In the first place, researchers consistently have found that mild punishment most often fails as a deterrent. Every parent has had the experience of giving a mild punishment most often fails as a deterrent. Every parent has had the experience of giving a mild punishment to a child, only to watch in exasperation as the child repeats the unacceptable behavior as if nothing had happened. Consider this example: When Laurie grabs her brother's toy out of his hands, her mother responds by slapping her on the wrist and recovering the toy for her brother. Laurie looks startled, but then proceeds to snatch the truck away once more, giving her mother a guilty little grin in passing.
With regards to spanking which most parents consider to be mild punishment, Dr. Murray Straus, a well-known researcher, conducted a study of 900 mothers of children between the ages of 6 and 9. He found that when the parents attempted to correct the child's behavior by spanking, the more they spanked the worse the child behaved two and four years later in spite of how much love, attention and affection the parents gave the child.*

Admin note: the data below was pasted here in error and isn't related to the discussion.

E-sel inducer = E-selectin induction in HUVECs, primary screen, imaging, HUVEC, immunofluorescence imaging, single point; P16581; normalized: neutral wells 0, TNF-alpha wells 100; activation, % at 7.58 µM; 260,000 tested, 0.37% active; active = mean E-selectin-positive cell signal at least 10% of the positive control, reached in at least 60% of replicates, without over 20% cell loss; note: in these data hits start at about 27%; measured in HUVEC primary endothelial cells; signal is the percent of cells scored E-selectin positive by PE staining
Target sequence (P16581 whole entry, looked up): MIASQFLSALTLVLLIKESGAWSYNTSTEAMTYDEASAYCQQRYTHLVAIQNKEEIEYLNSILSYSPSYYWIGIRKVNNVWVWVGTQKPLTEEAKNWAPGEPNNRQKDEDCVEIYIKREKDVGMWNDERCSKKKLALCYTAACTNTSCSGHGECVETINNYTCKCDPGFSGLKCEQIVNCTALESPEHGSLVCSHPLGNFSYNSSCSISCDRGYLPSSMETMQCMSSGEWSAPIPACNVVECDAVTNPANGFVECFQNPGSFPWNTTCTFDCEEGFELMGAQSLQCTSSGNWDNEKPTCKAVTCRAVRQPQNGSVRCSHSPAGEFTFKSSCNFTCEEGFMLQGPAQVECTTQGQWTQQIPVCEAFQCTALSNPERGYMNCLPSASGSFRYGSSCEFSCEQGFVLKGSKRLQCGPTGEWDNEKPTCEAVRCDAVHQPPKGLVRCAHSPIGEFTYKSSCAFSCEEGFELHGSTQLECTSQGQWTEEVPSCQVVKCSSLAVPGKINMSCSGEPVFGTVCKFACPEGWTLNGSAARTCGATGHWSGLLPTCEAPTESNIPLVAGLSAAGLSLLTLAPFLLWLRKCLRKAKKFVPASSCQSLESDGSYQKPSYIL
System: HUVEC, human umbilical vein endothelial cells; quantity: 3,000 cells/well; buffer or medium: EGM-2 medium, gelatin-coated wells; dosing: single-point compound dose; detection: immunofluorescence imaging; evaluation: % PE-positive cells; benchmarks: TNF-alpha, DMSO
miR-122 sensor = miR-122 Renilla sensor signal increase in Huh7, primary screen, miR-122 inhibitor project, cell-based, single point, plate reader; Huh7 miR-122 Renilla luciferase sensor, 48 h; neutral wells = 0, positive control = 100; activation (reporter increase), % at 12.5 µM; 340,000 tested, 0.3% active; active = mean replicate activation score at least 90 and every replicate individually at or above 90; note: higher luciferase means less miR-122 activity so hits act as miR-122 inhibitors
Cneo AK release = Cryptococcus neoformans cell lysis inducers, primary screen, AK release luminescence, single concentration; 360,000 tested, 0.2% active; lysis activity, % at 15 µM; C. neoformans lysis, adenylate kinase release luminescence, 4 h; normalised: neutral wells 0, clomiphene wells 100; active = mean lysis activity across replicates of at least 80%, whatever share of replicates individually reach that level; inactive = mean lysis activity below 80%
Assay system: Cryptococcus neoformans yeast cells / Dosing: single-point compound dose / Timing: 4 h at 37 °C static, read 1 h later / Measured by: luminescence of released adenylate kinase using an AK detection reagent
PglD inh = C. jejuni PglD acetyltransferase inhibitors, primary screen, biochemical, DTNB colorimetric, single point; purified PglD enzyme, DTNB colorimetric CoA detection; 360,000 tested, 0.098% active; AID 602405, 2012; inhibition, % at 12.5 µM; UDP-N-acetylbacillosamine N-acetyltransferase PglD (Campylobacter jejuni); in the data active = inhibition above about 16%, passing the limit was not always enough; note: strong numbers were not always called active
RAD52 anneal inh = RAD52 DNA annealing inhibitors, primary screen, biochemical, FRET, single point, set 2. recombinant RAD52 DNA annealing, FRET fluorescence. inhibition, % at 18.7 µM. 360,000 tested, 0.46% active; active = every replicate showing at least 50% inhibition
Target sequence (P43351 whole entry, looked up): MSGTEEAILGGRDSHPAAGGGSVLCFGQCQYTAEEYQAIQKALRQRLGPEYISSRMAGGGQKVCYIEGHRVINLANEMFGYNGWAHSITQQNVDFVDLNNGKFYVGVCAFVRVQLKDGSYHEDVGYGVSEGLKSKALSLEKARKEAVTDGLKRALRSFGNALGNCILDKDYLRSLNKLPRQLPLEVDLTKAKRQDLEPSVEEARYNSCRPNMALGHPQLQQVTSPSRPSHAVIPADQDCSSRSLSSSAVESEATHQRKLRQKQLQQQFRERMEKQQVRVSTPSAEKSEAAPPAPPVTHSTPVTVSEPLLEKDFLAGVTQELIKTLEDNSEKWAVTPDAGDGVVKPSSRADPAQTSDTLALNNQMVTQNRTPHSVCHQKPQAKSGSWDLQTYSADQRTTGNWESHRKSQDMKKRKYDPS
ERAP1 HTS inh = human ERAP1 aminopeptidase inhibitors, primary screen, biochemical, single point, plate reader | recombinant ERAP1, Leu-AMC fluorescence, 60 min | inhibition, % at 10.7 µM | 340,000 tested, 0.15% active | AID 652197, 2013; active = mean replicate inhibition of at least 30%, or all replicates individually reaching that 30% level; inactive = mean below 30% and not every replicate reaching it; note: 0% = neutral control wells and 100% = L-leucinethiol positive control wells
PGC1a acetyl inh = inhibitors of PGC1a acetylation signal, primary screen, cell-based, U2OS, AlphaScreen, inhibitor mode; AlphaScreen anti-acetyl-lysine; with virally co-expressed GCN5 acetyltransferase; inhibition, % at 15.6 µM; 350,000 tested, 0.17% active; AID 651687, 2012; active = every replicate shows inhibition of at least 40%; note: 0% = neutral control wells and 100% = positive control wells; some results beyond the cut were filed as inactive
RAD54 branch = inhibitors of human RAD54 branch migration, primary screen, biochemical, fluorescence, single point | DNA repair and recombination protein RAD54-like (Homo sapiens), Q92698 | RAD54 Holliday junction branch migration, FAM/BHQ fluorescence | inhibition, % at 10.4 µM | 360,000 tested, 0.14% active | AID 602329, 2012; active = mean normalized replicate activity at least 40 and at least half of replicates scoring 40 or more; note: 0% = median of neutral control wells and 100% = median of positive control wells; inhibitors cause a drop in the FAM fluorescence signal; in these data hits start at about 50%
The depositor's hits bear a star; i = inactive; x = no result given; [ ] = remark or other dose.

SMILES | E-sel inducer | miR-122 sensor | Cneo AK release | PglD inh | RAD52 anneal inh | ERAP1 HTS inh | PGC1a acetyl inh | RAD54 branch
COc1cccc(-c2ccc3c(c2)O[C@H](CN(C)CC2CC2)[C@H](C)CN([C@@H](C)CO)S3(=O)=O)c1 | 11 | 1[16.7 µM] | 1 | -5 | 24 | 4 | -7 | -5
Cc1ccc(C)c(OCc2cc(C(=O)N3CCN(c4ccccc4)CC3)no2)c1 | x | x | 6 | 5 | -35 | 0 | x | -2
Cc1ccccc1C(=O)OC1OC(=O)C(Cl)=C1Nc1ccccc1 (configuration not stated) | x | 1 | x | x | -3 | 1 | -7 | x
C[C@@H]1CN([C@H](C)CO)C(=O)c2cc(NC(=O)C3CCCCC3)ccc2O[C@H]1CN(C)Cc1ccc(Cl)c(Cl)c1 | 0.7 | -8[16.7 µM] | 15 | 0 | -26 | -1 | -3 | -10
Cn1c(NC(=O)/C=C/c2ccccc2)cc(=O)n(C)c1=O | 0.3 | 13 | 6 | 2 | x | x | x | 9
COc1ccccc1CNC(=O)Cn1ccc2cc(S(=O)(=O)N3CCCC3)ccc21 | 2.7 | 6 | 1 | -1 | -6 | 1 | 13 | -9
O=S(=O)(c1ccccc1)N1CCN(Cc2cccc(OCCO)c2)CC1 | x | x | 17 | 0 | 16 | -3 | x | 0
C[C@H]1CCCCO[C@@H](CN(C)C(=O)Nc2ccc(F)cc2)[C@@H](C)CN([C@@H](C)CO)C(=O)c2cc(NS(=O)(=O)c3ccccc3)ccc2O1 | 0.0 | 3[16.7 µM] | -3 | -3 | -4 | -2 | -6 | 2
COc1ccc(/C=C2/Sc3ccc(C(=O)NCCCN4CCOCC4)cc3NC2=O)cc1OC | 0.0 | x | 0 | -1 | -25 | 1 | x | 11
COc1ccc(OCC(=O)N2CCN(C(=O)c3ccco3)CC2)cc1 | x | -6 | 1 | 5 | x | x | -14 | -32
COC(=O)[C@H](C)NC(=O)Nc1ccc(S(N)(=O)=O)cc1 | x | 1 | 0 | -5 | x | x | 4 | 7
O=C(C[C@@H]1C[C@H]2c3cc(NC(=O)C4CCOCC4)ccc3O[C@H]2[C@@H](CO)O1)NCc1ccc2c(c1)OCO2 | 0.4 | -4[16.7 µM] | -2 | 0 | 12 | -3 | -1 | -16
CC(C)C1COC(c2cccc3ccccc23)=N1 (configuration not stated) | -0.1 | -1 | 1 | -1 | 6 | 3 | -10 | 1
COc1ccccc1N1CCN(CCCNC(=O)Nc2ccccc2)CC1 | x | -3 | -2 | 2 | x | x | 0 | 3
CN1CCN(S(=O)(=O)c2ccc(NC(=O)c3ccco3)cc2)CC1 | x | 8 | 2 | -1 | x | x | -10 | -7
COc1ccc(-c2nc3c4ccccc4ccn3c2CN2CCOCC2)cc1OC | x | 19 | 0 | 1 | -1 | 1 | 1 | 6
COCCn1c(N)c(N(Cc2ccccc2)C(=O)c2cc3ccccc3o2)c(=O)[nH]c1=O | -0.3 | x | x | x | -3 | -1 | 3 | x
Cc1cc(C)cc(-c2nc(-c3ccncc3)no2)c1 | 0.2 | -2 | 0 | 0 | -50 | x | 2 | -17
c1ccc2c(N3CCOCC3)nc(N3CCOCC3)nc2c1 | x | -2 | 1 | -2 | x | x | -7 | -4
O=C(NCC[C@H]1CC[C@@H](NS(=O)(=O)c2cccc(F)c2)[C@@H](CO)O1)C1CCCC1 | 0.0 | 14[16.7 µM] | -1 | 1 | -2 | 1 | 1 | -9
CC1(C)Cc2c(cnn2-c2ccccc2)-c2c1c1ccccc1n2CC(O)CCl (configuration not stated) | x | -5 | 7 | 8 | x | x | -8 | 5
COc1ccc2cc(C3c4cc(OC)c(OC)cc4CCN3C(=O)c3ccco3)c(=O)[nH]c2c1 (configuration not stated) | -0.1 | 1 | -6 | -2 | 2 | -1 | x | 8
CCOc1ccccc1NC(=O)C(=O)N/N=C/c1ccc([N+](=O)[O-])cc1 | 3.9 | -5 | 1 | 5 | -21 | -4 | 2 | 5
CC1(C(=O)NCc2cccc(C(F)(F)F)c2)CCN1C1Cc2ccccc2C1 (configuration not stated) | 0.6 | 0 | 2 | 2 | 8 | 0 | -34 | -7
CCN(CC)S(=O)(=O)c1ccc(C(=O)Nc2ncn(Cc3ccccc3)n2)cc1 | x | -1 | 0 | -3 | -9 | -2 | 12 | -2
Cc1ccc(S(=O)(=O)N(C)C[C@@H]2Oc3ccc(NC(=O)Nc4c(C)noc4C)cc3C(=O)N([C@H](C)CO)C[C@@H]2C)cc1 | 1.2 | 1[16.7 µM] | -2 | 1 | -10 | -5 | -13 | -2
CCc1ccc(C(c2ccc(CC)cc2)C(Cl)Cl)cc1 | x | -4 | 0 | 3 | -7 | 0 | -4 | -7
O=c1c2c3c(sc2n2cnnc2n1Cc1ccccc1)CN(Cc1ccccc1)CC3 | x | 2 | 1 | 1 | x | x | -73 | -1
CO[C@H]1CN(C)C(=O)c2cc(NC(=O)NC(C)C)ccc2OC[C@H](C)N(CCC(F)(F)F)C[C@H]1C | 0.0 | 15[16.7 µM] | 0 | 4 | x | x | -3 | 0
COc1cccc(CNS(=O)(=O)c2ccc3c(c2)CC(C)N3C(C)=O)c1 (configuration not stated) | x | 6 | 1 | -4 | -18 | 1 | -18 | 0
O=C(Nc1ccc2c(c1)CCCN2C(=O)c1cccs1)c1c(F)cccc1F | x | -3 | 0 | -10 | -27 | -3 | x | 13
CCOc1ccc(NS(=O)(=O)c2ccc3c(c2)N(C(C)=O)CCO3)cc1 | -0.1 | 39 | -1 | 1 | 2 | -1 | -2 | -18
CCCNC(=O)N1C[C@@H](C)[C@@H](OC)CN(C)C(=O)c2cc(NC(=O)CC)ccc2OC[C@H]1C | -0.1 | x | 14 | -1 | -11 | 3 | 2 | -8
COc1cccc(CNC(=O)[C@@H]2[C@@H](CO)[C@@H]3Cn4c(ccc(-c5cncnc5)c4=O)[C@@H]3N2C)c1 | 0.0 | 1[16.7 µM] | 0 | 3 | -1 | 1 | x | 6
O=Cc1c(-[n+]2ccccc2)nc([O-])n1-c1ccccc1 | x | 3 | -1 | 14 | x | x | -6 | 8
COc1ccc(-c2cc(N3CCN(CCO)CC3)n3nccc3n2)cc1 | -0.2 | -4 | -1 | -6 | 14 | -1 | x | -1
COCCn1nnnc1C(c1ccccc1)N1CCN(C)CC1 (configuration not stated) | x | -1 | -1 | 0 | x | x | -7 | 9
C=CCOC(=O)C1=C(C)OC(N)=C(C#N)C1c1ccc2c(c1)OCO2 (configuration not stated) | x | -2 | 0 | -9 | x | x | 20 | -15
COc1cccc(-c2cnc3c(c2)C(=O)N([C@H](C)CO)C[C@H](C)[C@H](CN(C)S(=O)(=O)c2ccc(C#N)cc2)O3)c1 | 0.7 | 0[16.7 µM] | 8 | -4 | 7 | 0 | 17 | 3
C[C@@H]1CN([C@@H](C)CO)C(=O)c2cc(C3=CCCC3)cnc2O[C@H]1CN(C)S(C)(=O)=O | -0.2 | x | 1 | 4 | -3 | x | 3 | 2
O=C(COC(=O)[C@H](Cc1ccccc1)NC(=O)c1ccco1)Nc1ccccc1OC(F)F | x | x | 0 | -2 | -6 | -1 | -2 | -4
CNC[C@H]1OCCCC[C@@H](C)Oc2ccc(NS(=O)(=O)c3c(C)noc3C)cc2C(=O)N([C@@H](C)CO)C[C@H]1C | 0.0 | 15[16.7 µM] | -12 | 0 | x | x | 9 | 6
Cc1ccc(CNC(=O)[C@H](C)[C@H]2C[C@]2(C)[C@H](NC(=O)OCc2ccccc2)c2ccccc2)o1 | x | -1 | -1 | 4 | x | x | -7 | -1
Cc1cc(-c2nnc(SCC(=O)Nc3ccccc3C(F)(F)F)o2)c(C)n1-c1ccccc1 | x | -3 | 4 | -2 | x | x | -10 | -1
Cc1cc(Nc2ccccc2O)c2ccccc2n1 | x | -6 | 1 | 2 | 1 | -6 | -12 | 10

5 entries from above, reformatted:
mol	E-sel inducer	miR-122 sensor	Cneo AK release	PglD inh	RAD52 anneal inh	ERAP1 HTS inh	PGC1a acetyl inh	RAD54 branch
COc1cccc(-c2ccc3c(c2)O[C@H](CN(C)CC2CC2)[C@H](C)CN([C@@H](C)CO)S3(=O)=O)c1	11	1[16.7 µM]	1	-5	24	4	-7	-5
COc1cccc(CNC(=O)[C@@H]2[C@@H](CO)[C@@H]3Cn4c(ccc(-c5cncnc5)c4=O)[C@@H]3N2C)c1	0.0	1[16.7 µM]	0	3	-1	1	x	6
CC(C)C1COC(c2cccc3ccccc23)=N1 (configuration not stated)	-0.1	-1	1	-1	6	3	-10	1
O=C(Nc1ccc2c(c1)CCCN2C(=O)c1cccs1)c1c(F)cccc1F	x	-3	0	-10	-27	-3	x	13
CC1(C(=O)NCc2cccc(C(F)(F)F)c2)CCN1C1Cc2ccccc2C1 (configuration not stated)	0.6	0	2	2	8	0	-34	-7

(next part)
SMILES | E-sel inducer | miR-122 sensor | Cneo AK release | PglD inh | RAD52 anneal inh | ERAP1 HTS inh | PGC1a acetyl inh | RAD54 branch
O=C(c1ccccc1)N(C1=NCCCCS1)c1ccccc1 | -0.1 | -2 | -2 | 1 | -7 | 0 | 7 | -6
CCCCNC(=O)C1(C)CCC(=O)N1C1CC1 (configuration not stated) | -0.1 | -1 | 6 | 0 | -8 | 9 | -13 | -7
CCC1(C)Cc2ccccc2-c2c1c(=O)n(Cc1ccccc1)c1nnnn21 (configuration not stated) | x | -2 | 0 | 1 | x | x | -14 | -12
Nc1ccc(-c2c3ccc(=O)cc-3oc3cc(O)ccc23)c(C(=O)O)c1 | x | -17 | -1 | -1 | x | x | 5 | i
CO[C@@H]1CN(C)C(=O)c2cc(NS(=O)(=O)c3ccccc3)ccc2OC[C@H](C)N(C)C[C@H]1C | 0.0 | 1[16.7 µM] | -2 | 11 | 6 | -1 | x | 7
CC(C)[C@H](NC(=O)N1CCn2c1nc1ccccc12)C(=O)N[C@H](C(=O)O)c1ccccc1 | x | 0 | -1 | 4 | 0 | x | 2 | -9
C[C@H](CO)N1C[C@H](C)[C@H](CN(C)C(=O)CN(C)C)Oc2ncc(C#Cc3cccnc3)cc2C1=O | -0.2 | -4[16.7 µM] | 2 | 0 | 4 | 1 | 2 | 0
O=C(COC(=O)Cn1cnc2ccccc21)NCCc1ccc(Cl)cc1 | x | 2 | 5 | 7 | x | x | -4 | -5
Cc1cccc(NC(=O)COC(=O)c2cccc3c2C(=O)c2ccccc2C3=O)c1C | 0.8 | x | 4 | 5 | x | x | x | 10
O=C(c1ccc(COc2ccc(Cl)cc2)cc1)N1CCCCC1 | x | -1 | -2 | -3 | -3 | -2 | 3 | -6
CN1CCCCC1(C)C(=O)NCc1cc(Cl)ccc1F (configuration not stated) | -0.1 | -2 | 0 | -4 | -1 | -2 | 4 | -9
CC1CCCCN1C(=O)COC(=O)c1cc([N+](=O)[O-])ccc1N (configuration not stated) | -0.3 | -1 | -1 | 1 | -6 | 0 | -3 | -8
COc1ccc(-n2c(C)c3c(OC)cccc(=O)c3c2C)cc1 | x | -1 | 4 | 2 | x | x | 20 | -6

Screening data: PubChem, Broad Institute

*Excerpt from Dr. Thomas Gordon's F.E.T. Adult Resource Book